I write a lot here about how nervous I am about this move. How I wonder where we will live, and how my work will translate to a whole new state, and how our life will look once we’re out on the other side. I write about me me me because this site is about many things but mostly what’s going on in my head, but trust me:
It does not escape me that this is a big deal not just for myself and Kendrick, but for the whole family. And mostly for Indy.
We’re out here in South Bay (is it “the” South Bay? Or just “South Bay”?) house hunting and getting to know the area we’re going to live in better, and yesterday we were at lunch, and I looked at my son and thought what a cool thing, you know, getting to go on a trip all alone with him. Before Goldie was born I spent a lot of time wondering whether I’d ever get this again – this special time just hanging out, just us two – and while I don’t feel like the time that we get to spend together has lessened now that she’s here, it’s still not all that often that I get to sit with him, asking him questions and listening to his answers and just being there.
That’s why I decided to take him with me, you know: because he’s going to remember this. And I want him to know that he gets time with his family, time with his sister, time with his dad, and time with me – all of us get to have adventures, together and separately and every which way. I thought about this trip a lot when I was in Florida with my own dad. I hope I get chances to spend time like this with my son forever.
And so these days together have been kind of amazing. It’s a really cool thing to watch your child turning into a person who you don’t just want to be with because you love them and they’re your kid, but just because they’re so…great.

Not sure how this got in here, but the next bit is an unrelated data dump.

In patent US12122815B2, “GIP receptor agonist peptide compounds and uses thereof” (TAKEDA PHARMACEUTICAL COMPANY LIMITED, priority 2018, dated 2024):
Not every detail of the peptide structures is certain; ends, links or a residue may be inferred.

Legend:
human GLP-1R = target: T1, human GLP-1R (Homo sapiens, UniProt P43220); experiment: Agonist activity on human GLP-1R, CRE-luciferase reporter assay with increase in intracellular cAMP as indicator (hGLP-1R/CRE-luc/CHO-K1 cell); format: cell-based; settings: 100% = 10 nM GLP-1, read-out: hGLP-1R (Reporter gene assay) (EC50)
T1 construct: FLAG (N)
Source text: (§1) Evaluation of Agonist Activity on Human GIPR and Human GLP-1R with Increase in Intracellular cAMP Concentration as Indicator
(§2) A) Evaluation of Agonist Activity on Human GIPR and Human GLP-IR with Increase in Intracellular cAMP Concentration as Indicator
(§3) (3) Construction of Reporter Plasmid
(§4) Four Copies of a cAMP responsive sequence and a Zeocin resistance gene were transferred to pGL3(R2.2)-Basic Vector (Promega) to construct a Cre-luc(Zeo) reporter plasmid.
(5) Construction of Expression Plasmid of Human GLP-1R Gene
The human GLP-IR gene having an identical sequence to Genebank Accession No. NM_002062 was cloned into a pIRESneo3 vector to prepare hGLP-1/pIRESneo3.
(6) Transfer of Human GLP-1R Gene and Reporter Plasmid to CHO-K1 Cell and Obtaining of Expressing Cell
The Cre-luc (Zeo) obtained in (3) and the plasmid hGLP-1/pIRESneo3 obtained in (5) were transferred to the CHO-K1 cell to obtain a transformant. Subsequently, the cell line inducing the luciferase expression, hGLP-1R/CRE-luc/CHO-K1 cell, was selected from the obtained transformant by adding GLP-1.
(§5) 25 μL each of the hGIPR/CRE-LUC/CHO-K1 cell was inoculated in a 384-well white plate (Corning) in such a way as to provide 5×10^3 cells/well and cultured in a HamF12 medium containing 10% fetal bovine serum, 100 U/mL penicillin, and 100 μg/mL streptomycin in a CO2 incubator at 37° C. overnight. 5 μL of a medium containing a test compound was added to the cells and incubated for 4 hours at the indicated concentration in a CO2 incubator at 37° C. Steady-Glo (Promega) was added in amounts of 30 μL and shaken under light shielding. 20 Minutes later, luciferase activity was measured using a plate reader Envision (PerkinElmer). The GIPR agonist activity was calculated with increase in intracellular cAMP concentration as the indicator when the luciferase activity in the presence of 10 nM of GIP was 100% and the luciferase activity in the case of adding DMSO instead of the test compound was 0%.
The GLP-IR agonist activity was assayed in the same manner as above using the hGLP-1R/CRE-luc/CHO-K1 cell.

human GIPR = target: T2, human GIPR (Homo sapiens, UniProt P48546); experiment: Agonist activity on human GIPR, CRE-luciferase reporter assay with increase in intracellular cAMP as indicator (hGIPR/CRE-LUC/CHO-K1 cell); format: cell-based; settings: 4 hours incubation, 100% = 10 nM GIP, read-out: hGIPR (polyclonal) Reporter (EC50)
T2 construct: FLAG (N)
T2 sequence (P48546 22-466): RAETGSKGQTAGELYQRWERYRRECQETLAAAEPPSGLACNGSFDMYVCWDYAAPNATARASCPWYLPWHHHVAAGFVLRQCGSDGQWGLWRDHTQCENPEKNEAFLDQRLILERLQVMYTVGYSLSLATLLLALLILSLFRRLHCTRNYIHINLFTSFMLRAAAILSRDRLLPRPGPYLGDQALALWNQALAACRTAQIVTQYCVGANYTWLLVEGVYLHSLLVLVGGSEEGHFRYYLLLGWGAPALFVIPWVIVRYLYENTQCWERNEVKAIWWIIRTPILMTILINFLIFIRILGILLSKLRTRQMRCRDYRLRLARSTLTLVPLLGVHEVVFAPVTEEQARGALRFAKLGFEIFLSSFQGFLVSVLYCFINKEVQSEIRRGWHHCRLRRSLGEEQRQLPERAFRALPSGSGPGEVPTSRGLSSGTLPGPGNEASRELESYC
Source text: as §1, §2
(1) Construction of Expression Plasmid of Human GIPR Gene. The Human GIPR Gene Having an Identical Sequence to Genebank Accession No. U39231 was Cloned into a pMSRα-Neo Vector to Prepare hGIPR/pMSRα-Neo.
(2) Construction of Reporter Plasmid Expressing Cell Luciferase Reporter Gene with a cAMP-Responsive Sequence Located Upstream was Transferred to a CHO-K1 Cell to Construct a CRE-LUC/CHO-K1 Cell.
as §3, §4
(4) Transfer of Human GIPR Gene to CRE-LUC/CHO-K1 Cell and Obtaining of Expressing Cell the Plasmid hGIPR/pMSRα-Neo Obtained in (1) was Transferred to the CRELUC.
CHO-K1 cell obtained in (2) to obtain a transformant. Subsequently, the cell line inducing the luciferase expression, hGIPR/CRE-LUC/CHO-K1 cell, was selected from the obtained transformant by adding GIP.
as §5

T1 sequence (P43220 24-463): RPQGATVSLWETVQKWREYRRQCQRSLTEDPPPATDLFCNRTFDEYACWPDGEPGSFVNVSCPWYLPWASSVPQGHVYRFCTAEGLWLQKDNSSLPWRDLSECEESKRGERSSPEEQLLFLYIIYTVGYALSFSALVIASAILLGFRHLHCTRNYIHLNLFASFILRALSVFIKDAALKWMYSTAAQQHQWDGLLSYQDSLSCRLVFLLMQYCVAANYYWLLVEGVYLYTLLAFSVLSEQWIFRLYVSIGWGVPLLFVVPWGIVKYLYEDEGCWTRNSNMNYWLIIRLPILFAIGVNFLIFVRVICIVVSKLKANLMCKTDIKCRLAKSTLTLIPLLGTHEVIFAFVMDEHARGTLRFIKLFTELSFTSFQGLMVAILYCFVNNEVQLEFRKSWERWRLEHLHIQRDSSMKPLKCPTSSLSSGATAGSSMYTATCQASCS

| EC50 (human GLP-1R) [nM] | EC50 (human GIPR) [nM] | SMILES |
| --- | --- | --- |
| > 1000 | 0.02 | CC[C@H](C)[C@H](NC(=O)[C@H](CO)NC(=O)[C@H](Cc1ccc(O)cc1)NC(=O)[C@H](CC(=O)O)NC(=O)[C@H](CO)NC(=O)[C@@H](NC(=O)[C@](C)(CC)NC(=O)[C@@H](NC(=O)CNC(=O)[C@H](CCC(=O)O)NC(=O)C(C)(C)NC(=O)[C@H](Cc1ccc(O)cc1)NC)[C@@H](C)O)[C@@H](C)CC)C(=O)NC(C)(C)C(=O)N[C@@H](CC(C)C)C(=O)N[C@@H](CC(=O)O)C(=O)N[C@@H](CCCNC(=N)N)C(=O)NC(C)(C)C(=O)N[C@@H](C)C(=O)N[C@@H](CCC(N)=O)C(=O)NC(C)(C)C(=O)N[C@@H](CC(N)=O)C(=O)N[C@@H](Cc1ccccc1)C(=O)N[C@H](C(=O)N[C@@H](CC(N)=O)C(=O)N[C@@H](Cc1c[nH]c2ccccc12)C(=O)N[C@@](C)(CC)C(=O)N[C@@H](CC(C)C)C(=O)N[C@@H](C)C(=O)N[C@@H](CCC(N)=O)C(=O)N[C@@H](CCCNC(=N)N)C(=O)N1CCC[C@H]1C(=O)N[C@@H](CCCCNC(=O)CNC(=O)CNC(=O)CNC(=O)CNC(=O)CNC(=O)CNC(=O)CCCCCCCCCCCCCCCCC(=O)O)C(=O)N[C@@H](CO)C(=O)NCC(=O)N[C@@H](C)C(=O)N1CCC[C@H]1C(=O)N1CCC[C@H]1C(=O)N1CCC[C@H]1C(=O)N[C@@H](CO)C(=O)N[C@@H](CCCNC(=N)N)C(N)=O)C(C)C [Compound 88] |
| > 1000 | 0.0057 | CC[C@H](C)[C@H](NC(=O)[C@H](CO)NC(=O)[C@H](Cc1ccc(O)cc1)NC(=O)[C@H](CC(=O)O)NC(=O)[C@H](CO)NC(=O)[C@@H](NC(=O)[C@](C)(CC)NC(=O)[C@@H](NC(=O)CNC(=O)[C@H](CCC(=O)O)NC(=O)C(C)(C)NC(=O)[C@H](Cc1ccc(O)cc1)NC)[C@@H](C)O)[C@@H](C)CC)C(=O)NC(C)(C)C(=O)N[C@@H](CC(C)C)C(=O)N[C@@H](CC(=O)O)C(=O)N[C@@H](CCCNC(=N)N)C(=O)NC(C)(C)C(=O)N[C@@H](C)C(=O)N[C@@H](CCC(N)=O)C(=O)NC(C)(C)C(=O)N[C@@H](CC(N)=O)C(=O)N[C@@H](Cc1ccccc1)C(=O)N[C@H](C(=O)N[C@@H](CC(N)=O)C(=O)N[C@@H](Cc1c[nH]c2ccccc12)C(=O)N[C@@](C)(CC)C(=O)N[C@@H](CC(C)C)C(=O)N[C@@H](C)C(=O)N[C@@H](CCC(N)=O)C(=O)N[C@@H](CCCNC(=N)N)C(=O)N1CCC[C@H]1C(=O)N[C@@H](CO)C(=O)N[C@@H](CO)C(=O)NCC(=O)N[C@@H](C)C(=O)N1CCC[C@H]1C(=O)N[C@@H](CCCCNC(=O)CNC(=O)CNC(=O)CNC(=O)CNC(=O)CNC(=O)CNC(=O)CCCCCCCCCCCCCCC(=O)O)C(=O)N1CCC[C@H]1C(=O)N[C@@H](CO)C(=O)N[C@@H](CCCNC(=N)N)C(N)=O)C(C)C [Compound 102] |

Yesterday was all running around and beaches and trying Burmese food and getting to stay up late. And today?
Indy woke up with a bit of a cough, and then on the drive from San Francisco to San Jose, where we’re staying in an Air B&B for the next couple of days: carsick. Or just sick-sick. Either way, it was kind of intense, because The Incident happened when we were going about 70 miles an hour on the freeway, and we ended up having to pull over to the side of the road and clean up Indy and the car and me, and it was all kinds of dramatic and stressful (oh god, are car seats ever not made for easy cleaning).
But the wildest part? Indy was upset, obviously – because anyone would get upset in that kind of a situation – but he was also just such a person about it. He did what he had to do, followed instructions, and did the best he could to relax. He dealt with it.
(I would like, by the way, to give a HUGE shout-out to Alamo, who we rented a car from – when I called and explained the situation they not only had me drive right over to exchange my car for a new one, but were incredibly kind and understanding about the whole thing, and joked around with me when I dropped off my honestly very disgusting car and just made me feel less like a pariah. And they didn’t know I’m working with the company, so that’s not why they were great; they just were. Great. So really: a big thank you to them for making my life easier during a very stressful parenting moment.)The photo I sent to Kendrick post-drama to assure him that all was well. (All really was well by then.)